After the Arab Spring : New Paths for Human Rights and the Internet in European Foreign Policy

04-07-2012

Following the Arab Spring there have been numerous public debates about appropriate policy responses to events in the Middle East and North Africa (MENA). One of the largest public debates has centred on communications and the Internet and attempted to understand how EU policy could have prevented, mitigated or avoided some of the negative effects of Information and Communications Technologies (ICTs) during the Arab Spring. The following briefing paper provides an overview of the actions taken by governments in the MENA region to limit the positive impact of ICTs and the use of ICTs for harmful purposes. It then looks at key cases in the MENA region, analysing the events in Tunisia, Egypt, Syria, Libya and Bahrain before and during the Arab Spring. It then develops specific policy recommendations for European foreign policy, which are categorised by priority into short, medium, and long-term initiatives. In conclusion, it suggests that European policy makers have numerous avenues to develop policy solutions that could adequately respond to many of the issues raised during the Arab Spring, in the southern Mediterranean and beyond.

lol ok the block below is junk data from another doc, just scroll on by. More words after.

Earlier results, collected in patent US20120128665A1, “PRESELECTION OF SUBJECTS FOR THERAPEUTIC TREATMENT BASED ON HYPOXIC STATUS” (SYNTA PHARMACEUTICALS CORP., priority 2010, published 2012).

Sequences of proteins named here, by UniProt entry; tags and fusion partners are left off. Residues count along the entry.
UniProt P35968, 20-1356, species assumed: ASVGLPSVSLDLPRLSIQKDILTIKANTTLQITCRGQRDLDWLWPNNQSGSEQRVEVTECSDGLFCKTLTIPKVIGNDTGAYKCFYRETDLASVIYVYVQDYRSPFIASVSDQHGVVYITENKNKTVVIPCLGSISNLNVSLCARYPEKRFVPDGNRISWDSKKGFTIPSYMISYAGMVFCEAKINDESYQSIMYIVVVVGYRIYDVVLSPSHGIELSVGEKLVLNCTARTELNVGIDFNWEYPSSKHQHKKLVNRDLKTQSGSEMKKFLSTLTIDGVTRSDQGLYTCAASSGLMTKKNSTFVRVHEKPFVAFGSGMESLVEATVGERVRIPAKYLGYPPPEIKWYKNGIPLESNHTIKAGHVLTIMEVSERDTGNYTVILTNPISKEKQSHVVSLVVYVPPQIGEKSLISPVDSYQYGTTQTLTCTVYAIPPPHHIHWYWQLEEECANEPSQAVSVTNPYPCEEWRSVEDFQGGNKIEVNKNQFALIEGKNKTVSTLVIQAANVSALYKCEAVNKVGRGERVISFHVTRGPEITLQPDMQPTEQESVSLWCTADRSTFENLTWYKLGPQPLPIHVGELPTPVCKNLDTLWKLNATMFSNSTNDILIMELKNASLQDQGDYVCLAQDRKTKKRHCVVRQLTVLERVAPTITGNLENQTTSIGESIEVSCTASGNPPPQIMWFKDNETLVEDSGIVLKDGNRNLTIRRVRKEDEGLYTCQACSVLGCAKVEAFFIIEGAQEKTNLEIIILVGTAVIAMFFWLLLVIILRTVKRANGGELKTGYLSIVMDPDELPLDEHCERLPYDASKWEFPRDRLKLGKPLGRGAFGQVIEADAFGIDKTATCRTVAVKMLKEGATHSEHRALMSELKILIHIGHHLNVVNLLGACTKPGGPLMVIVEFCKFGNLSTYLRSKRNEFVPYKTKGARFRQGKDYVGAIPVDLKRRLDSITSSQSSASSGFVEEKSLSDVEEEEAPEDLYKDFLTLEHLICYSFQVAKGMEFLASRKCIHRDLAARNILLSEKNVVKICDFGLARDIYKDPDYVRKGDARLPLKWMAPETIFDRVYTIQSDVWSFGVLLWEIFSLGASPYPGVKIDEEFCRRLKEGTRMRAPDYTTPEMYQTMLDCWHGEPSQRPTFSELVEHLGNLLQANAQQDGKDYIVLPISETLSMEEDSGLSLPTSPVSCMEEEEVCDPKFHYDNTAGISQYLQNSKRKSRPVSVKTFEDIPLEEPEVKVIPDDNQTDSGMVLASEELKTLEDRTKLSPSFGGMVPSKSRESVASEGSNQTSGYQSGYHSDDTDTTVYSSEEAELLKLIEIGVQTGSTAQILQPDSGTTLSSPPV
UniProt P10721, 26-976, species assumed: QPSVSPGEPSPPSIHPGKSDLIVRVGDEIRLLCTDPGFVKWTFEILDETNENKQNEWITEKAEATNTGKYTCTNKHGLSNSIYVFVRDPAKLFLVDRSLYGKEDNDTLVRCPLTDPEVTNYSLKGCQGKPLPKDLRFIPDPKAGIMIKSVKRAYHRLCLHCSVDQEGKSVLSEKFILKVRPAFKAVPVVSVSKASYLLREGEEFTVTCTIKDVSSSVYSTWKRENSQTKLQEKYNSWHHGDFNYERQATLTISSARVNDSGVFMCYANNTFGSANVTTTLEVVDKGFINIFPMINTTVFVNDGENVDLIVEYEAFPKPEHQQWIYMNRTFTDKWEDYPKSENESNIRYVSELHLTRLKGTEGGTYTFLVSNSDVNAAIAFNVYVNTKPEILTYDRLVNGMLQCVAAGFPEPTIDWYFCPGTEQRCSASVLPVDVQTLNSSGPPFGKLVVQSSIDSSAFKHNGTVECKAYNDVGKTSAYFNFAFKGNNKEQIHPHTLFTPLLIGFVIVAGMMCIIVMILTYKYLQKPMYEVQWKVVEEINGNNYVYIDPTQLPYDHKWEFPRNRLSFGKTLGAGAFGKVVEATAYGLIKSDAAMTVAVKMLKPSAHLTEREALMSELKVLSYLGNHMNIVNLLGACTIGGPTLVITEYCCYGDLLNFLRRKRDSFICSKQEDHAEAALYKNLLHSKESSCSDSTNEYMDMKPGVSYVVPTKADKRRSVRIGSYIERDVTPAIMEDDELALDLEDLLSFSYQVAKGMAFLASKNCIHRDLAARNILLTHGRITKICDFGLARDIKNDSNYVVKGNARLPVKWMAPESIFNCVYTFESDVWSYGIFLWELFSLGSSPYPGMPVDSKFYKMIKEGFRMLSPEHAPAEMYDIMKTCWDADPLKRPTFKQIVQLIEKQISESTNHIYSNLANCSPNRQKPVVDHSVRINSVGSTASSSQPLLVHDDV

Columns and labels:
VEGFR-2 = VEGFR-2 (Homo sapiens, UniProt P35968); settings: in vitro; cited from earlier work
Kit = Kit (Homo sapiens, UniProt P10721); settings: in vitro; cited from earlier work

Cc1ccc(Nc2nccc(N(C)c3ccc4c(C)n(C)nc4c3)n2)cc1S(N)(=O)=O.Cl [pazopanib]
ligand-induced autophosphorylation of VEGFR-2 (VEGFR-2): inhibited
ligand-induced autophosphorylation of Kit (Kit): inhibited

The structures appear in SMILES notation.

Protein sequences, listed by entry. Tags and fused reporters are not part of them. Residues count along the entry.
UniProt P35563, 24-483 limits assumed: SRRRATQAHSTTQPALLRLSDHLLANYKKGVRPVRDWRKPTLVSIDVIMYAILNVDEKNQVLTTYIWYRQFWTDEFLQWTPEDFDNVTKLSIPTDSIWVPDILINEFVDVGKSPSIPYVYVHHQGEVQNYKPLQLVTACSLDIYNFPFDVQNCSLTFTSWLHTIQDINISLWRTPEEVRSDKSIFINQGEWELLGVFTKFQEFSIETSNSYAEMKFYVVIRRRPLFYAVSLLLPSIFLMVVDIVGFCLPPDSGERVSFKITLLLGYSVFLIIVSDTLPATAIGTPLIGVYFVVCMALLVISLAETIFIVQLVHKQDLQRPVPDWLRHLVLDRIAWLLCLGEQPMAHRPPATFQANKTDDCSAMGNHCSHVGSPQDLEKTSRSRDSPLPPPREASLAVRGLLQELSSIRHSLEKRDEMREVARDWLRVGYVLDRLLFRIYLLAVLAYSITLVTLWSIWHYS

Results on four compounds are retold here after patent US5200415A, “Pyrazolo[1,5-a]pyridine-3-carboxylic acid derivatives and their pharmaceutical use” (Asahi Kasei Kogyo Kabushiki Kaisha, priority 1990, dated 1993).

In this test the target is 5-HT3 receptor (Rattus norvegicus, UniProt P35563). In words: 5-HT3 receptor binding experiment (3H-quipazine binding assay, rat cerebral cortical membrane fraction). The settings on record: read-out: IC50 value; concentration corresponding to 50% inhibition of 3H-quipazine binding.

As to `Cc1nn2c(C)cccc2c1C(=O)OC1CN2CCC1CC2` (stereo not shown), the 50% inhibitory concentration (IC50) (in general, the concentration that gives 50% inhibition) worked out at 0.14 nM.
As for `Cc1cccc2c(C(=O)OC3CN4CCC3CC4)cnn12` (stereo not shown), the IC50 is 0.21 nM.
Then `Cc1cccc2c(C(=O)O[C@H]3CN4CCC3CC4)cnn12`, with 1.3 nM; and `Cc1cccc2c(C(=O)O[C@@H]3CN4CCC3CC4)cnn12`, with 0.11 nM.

Following the Arab Spring there have been numerous public debates about appropriate policy responses to events in the Middle East and North Africa (MENA). One of the largest public debates has centred on communications and the Internet and attempted to understand how EU policy could have prevented, mitigated or avoided some of the negative effects of Information and Communications Technologies (ICTs) during the Arab Spring. The following briefing paper provides an overview of the actions taken by governments in the MENA region to limit the positive impact of ICTs and the use of ICTs for harmful purposes. It then looks at key cases in the MENA region, analysing the events in Tunisia, Egypt, Syria, Libya and Bahrain before and during the Arab Spring. It then develops specific policy recommendations for European foreign policy, which are categorised by priority into short, medium, and long-term initiatives. In conclusion, it suggests that European policy makers have numerous avenues to develop policy solutions that could adequately respond to many of the issues raised during the Arab Spring, in the southern Mediterranean and beyond.